This month was one of my best months for reading out of the whole year! I managed to finish 5 books, and I’m well into two others.
First, I had Betrayed, which I mentioned in my September update that I finished just after the cut off, on October 1st. I really rushed through finishing it because I thought it was due back to the library on the 1st, but it was actually due on the 13th, so I rushed for no reason. It was a paperback, and so those sometimes are harder for me to read than ebooks, since I need to be able to hold it in two hands and there needs to be light in order to see the words. But I did finish it, and I feel bad that I didn’t like it, since it was the book that my mom loves for the challenge. But more on that in a minute.
Then I read The Heart Goes Last. My expectations were higher for this book since I’ve read several things by her before and really enjoyed them. I didn’t realize that this was the compilation of a serialized book that had been coming out in installments over the last several years until I started reading it. I recognized a few of the chapter names while reading. I worried that this might not count as a book published in 2015, but then it turns out that the final part of the book was new to this publication, so I say that it counts.
Now, here is where Betrayed comes back in. Both of the books have a heroine that is in peril (in Betrayed there is only the heroine, and in The Heart Goes Last, the action is divided between a male and a female protagonist), but the treatment of both really displays where there is writing talent and where there is not. Vicki Andrews (in Betrayed) makes a series of really bad choices that are implausible and just plain stupid. It is even more infuriating when at the beginning rails against her impulsive sister for being rash and not thinking things through. Charmaine has similar situations, but her entire character is different, so that it seems fairly reasonable that she would make the choices that she makes. She is characterized as naive and optimistic, and almost annoyingly cheerful. But after a few events, she begins to doubt her trust in her environment and the people around her. And even better, the “bad” guys in Atwood’s novel aren’t just potty-mouthed, greedy, evil monsters with no reasons. Some of the bad guys even start out with good intentions and get swept away by greed or some twisted sense of idealism. That isn’t to say that The Heart Goes Last is perfect and without problems. But none of the problems were with the mechanics of the novel.
I sped through Throw Out Fifty Things, although it was too long for its actual worth. It was about 250-300 pages, but there were a lot of “journalling” spaces, blank pages between chapters, and the font was fairly large. So it had that going for it. I need to start reading reviews before I buy or borrow any more self-help type books.
In other books that were a slog, Lady Chatterley’s Lover took me a long time, and I only kept going because I have high standards for things meeting the requirements for my challenge. Not many people know this, but few books are actually “banned”. Although, now that I think about it, I think Eleanor & Park actually was banned. And now I feel foolish for not counting that one, especially since at the time I decided it didn’t meet any requirements. Anyways, back to my point. Many, many books are “challenged”, but that is not equal at all to being banned. Whenever you see those “banned books week” displays at places where they have books, very few of them have actually been banned, and even less of them were banned by an establishment anywhere close to where you are viewing the display. I knew for sure that Lady Chatterley’s Lover was banned, because I learned about the postal obscenity laws in one of my college courses. However, if any of the people in charge of banning had actually read it, they may have fallen asleep before getting to any of the more racy sections.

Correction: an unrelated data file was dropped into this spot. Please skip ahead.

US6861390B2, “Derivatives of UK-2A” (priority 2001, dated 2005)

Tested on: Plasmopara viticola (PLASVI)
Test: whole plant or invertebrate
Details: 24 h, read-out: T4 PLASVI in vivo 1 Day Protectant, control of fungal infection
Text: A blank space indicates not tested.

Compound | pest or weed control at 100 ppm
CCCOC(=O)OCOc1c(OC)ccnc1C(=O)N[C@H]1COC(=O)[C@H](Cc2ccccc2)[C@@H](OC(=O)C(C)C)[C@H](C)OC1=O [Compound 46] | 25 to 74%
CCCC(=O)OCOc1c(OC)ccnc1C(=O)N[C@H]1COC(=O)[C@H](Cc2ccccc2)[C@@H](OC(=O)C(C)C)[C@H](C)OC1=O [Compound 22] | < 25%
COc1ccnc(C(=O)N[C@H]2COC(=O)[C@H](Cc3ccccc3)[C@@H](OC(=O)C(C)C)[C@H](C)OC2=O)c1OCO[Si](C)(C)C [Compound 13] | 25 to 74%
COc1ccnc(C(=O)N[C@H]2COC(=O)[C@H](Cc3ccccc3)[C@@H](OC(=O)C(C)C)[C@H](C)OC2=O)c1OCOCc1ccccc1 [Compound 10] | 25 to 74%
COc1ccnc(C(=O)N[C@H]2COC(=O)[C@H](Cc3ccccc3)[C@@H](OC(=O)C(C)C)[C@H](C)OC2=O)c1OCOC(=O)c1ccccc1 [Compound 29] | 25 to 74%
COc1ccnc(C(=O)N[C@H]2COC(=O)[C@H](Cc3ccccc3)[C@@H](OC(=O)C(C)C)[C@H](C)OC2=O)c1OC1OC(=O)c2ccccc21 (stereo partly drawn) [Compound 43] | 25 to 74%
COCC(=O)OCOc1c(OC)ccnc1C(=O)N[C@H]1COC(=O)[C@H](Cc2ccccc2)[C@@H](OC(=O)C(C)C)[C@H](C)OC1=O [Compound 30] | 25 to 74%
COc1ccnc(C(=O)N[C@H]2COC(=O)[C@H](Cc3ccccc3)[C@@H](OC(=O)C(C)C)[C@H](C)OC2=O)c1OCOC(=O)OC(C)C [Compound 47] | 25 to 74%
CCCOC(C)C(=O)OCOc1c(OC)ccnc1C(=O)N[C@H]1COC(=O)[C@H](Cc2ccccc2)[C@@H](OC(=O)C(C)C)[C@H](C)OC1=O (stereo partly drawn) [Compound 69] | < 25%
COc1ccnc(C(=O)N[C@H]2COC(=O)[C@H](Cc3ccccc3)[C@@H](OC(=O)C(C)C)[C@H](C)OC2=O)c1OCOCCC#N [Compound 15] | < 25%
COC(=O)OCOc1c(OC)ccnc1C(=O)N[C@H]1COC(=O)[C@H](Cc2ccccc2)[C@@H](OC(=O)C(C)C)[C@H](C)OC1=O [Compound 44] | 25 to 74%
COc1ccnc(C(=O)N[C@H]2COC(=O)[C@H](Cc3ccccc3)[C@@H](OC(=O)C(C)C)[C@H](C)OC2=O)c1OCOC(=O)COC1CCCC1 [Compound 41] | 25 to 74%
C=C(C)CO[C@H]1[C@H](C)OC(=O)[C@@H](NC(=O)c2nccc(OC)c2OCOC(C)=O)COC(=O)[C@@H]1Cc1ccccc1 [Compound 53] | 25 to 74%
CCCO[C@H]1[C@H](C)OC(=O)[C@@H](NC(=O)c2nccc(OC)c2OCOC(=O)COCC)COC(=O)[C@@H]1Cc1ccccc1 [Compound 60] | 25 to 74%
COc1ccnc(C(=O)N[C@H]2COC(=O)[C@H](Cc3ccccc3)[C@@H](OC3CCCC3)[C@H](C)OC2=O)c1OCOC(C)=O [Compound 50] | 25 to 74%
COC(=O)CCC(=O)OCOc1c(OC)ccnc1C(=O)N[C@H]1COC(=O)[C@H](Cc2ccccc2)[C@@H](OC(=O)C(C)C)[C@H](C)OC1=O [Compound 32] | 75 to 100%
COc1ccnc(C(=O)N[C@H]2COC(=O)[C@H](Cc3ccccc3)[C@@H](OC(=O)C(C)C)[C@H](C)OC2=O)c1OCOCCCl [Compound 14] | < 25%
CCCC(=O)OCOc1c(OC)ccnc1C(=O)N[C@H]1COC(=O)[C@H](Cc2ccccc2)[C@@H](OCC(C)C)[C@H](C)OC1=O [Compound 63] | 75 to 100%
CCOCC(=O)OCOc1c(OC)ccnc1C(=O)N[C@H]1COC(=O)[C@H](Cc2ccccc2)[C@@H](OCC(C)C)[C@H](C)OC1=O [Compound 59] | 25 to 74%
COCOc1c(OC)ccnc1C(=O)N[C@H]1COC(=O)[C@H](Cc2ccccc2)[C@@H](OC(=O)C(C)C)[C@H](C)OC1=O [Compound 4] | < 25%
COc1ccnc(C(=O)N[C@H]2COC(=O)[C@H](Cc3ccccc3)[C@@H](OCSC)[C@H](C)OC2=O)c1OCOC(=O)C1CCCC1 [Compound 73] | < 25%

Lastly, was my book club selection for next month: Spook. This one I really enjoyed, partly because I like nonfiction type books like this, and second because Mary Roach has a very engaging writing style that I enjoyed. I definitely think I will be picking up more of her books. I highly recommend an interview she did with Adam Savage from Mythbusters about her work. It was highly entertaining.
It turns out that I didn’t realize that one of the books I read at the very beginning of the year actually checked off a box on the challenge – for an antonym! The Honest Truth About Dishonesty by Dan Ariely. I didn’t write a review for this book at the time, and I can hardly remember it, but it counts!
As for what’s up next, I’m currently reading Penelope – my book based off the cover. So far it’s a little meh, but I’m hoping that it picks up. I’m also reading The Nightingale by Kristin Hannah for a different book club that I’ve joined. I’m almost halfway through both of them, and then after that I have to find a book set during Christmas, a book with a color in the title, and a play. And then I will be DONE. How amazing! I haven’t decided if I’m going to try find a 2016 challenge, or take the year off of crazy reading. It is pretty fun to do these challenges. It opens you up to new books and ideas, although I’ve read a lot of crappy books in the name of this challenge too. It’s really a mixed bag. We’ll see, I suppose, how burned out I feel by the New Year.
So far I have read 33 books. I have 5 more boxes left to go, but 2 of them are well on their way to being checked.